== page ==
VIDEO: Healing bath for an injured echidna
An echidna found injured in Maryborough, QLD, is being looked after at the Australia Zoo Wildlife Hospital.
SOMETIMES AFTER A rough day, there’s nothing quite like a soothing bubble bath.
Sadly, Biddy the echidna had a particularly rough day recently, having been found in a backyard in Maryborough – about 255km north of Brisbane, Queensland – with severe cuts to the back, legs and spines.
The injuries were likely caused by nearby slashing work, and Biddy was taken to the Australia Zoo Wildlife Hospital for treatment.
X-rays showed Biddy had suffered a minor rib fracture but, thankfully, no injuries to the beak – damage to which is detrimental to echidnas’ ability to find food, and can therefore be fatal.
An antiseptic bath is the only way to clean Biddy’s cuts without the spines getting in the way. (Image: courtesy Australia Zoo)
The only way to disinfect Biddy’s cuts without the spines getting in the way was with an antiseptic bath. Following the bath, a team of three worked to remove the residual dirt and hair from between each spine, before de-ticking Biddy’s entire body and suturing a deep wound on the front-right leg.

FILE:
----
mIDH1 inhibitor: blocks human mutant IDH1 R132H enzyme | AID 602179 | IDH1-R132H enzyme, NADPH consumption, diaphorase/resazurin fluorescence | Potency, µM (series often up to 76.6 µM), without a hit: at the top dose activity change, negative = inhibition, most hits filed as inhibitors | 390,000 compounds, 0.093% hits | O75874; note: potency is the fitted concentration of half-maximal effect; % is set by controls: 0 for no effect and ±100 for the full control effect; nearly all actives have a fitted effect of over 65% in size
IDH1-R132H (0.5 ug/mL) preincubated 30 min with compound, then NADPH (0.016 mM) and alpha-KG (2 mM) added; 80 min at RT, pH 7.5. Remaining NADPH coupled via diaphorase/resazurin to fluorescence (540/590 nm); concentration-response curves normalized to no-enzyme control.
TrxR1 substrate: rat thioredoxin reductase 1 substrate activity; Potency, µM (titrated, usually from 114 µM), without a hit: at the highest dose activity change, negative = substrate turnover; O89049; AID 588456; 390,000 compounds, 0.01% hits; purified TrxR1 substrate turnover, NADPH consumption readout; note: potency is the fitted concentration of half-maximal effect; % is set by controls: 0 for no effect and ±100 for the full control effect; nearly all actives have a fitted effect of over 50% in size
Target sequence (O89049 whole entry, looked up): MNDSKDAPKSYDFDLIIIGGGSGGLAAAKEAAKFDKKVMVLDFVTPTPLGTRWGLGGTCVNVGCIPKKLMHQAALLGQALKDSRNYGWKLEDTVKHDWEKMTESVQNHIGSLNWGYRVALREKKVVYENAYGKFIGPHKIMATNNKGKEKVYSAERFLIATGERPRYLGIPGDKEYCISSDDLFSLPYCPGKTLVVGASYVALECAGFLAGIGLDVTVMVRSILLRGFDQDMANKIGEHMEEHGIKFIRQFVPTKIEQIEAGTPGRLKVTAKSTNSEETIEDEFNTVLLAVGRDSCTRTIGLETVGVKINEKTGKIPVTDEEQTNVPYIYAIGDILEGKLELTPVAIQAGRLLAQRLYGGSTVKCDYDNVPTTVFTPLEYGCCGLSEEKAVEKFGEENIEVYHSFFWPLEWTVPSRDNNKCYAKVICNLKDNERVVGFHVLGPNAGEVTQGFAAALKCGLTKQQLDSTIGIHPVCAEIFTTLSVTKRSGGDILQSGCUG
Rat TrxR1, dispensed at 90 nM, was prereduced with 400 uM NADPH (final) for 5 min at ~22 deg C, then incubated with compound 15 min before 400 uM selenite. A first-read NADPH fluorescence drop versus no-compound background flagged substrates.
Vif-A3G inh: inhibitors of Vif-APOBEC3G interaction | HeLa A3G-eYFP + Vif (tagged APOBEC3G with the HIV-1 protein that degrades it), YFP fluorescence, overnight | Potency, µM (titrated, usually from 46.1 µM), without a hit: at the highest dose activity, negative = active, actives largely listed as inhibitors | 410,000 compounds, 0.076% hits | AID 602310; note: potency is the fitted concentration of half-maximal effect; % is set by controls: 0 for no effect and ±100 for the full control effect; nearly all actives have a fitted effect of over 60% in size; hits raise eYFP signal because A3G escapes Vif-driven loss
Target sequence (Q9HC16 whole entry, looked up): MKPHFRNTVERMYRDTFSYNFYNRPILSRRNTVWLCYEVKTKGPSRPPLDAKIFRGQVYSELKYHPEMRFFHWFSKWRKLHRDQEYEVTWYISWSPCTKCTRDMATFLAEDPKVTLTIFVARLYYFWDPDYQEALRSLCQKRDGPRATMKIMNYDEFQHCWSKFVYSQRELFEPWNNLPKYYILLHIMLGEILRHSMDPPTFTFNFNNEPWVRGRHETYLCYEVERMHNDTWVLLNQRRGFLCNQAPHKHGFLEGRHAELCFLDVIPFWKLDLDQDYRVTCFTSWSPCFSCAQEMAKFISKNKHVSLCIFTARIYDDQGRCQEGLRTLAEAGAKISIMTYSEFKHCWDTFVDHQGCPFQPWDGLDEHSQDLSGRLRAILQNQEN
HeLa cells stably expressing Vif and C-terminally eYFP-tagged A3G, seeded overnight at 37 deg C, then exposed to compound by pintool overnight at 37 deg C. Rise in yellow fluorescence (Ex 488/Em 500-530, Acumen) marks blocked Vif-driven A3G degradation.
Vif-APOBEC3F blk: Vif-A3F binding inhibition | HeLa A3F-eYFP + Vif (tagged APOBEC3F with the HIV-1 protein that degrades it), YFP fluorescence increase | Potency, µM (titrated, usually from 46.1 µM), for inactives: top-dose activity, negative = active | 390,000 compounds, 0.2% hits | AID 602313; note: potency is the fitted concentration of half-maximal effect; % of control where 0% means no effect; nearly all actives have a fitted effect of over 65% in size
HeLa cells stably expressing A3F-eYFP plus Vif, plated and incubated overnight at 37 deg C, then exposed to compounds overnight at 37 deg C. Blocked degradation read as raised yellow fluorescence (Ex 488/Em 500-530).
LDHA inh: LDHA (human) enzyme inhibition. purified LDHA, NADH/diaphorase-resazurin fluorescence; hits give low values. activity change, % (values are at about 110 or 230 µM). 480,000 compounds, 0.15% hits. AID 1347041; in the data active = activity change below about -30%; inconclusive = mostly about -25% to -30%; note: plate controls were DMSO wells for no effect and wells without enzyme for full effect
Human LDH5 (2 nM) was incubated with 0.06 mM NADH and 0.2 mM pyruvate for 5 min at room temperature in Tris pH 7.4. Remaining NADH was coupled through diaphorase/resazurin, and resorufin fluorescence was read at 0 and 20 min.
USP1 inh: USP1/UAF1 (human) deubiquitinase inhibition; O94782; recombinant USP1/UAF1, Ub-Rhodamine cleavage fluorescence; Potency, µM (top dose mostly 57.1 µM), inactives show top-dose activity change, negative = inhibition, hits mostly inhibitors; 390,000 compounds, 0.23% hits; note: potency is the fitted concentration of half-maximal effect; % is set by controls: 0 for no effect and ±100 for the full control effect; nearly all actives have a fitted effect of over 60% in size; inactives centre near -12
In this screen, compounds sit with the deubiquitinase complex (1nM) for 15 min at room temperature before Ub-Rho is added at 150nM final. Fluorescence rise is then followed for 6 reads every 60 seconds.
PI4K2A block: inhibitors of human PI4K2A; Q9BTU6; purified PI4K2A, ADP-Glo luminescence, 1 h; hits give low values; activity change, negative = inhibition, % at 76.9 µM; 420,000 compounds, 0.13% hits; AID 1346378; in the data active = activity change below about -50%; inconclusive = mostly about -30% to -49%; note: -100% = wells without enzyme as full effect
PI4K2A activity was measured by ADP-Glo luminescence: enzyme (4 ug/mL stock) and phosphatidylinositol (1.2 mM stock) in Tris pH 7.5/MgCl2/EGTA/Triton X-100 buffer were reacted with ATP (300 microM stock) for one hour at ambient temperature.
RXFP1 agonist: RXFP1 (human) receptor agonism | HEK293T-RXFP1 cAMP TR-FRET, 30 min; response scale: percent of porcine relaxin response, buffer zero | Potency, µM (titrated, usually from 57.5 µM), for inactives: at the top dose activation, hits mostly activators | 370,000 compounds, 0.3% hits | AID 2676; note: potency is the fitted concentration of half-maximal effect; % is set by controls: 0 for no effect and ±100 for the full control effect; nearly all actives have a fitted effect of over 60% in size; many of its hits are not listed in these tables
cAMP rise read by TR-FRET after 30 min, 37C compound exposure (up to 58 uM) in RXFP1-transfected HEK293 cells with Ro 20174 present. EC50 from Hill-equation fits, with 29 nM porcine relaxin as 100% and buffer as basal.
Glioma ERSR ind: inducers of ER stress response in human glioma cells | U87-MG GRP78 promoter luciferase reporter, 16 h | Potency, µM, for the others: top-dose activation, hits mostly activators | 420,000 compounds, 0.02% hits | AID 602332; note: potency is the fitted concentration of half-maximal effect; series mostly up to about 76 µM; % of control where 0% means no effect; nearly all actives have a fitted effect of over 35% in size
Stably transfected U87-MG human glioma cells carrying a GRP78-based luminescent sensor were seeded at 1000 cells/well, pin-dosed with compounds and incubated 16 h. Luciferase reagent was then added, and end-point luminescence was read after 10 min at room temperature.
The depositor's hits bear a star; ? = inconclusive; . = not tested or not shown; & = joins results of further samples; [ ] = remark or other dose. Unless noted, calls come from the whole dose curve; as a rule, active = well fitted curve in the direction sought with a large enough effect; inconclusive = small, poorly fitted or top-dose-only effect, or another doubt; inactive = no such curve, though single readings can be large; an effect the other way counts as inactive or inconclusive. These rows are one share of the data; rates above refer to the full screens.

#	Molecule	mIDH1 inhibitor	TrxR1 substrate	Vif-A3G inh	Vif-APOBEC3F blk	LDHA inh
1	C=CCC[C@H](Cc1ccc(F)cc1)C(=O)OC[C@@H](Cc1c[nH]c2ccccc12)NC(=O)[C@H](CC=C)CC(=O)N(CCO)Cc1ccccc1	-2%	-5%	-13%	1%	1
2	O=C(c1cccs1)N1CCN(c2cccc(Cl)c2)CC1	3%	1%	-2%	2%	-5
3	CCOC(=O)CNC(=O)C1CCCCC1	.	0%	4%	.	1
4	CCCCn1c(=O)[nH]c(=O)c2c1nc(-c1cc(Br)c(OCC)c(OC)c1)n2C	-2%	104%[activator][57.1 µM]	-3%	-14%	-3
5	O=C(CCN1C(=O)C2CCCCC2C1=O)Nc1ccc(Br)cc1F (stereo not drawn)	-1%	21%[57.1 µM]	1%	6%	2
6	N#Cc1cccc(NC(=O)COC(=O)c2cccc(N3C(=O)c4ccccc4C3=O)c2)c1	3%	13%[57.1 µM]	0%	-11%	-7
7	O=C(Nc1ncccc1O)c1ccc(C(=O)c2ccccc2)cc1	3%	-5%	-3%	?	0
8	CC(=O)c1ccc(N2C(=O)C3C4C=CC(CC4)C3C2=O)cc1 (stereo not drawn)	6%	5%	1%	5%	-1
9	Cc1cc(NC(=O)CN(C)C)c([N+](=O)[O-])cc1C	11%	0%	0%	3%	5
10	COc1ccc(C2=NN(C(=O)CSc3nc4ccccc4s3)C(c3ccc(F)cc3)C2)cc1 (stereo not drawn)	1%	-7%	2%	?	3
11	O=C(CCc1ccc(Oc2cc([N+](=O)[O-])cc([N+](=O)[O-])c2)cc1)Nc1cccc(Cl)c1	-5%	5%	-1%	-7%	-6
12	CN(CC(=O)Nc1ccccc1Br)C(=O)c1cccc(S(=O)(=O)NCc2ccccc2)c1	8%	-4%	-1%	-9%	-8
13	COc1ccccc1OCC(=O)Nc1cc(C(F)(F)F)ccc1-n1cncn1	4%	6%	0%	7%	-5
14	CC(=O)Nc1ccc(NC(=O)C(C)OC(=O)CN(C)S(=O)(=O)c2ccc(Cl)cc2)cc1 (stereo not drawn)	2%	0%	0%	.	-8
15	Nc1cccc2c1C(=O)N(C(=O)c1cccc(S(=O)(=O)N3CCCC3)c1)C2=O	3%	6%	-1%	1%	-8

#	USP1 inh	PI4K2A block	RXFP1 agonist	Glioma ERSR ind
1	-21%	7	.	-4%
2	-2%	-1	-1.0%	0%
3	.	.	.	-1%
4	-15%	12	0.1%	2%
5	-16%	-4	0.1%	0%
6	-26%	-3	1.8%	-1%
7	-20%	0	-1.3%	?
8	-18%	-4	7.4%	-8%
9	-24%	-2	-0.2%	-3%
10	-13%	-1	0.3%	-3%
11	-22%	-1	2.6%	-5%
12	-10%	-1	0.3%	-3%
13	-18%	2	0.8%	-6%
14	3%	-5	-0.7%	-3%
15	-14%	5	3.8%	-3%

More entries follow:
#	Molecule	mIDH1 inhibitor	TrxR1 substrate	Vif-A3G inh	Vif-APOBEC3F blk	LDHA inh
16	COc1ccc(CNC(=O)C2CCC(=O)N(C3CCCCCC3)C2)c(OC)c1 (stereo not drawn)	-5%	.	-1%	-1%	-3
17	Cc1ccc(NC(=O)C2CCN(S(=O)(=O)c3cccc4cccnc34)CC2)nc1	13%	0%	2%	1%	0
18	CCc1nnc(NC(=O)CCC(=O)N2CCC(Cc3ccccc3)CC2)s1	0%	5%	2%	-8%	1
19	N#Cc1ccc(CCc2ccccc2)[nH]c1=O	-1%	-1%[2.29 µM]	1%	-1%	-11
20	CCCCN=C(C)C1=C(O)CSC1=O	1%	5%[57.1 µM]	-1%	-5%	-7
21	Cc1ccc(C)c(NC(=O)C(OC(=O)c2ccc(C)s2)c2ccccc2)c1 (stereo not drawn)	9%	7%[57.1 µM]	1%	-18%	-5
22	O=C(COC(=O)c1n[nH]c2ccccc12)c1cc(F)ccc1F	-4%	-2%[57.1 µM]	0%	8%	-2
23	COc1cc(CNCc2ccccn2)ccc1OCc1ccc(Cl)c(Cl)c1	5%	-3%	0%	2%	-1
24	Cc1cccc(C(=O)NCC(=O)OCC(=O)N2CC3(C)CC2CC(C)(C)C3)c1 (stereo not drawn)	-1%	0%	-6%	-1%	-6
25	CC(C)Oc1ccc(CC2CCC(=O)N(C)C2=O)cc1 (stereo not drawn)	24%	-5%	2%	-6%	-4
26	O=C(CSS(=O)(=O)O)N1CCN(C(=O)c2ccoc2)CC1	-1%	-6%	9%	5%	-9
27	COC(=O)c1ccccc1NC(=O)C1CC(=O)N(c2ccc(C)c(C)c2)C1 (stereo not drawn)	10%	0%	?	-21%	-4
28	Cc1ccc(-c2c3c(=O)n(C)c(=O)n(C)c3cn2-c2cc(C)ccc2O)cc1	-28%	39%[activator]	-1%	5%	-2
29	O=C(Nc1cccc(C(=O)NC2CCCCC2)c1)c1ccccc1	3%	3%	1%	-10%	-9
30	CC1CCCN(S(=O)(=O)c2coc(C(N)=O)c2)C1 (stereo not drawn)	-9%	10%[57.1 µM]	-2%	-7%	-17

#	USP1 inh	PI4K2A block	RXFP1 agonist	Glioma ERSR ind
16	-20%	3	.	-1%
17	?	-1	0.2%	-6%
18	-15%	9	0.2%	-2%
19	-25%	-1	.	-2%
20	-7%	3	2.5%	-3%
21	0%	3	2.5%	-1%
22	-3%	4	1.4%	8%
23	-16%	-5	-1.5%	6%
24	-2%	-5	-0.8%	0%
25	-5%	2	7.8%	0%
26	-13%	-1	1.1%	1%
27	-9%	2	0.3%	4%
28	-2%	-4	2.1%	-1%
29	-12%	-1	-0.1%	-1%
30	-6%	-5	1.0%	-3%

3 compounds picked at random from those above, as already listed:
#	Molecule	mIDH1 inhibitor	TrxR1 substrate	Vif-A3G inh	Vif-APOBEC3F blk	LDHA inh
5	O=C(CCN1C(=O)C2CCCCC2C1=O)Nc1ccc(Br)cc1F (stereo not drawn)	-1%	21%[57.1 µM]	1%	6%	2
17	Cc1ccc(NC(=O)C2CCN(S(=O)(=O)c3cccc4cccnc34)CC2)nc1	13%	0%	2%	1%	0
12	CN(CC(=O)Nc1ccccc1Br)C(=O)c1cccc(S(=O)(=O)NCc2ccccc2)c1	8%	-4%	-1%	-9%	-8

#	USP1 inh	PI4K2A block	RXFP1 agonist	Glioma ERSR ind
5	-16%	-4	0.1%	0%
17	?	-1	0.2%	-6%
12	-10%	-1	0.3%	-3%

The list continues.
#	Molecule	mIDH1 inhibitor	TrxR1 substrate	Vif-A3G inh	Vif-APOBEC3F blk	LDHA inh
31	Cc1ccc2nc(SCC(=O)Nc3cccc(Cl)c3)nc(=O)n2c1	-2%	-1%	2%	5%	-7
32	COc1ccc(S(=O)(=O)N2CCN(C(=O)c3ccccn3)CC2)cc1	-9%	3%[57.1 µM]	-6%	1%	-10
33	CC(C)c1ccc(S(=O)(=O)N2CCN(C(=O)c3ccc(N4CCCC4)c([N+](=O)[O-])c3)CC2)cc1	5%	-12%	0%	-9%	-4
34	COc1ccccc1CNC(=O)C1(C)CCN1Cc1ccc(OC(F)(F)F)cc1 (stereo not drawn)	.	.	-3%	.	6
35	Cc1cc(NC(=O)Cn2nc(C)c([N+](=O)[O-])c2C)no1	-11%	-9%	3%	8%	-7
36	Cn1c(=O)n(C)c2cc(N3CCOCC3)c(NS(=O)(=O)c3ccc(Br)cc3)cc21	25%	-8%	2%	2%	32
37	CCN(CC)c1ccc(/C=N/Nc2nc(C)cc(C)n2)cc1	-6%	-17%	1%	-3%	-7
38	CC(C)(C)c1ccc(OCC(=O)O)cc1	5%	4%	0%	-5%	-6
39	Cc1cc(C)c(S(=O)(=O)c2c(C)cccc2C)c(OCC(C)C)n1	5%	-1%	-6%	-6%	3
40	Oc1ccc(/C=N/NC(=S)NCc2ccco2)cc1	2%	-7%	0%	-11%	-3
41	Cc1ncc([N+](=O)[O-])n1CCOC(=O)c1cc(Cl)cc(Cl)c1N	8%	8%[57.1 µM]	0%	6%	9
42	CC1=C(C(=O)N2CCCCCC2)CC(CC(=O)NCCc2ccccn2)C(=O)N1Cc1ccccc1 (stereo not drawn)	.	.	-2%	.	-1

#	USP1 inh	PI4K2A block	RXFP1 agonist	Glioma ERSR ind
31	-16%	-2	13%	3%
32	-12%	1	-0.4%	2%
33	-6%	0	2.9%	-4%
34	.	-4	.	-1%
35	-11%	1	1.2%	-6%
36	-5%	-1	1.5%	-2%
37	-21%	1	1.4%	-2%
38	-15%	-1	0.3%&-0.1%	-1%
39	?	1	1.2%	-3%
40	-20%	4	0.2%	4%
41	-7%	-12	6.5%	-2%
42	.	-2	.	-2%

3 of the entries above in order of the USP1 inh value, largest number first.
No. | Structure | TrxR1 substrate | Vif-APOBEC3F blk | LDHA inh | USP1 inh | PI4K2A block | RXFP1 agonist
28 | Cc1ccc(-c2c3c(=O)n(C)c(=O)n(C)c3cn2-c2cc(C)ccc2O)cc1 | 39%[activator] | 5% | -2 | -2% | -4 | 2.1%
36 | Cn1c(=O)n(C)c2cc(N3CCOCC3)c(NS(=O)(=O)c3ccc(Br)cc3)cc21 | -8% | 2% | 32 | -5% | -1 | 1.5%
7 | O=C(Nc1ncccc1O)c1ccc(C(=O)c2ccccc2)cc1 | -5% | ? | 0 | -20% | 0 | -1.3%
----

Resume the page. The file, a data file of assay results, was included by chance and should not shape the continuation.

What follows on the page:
According to Biddy’s treating vet, Dr Sharon Griffiths, the outlook is good.
“Biddy came to us in distress with severe cuts and abrasions on the back and leg, as well as broken, missing and bent spines. Apart from the obvious injuries, Biddy is a healthy adult echidna who, after a lot of care and attention, should be ready to return to life in the wild,” she said.
Biddy is now recovering at the Australia Zoo Wildlife Hospital’s Intensive Care Unit on a course of antibiotics and pain relief medication.
Echidna breeding season is from June to September, so the Australia Zoo Wildlife Warriors have urged everyone to drive safely and keep an eye out for them.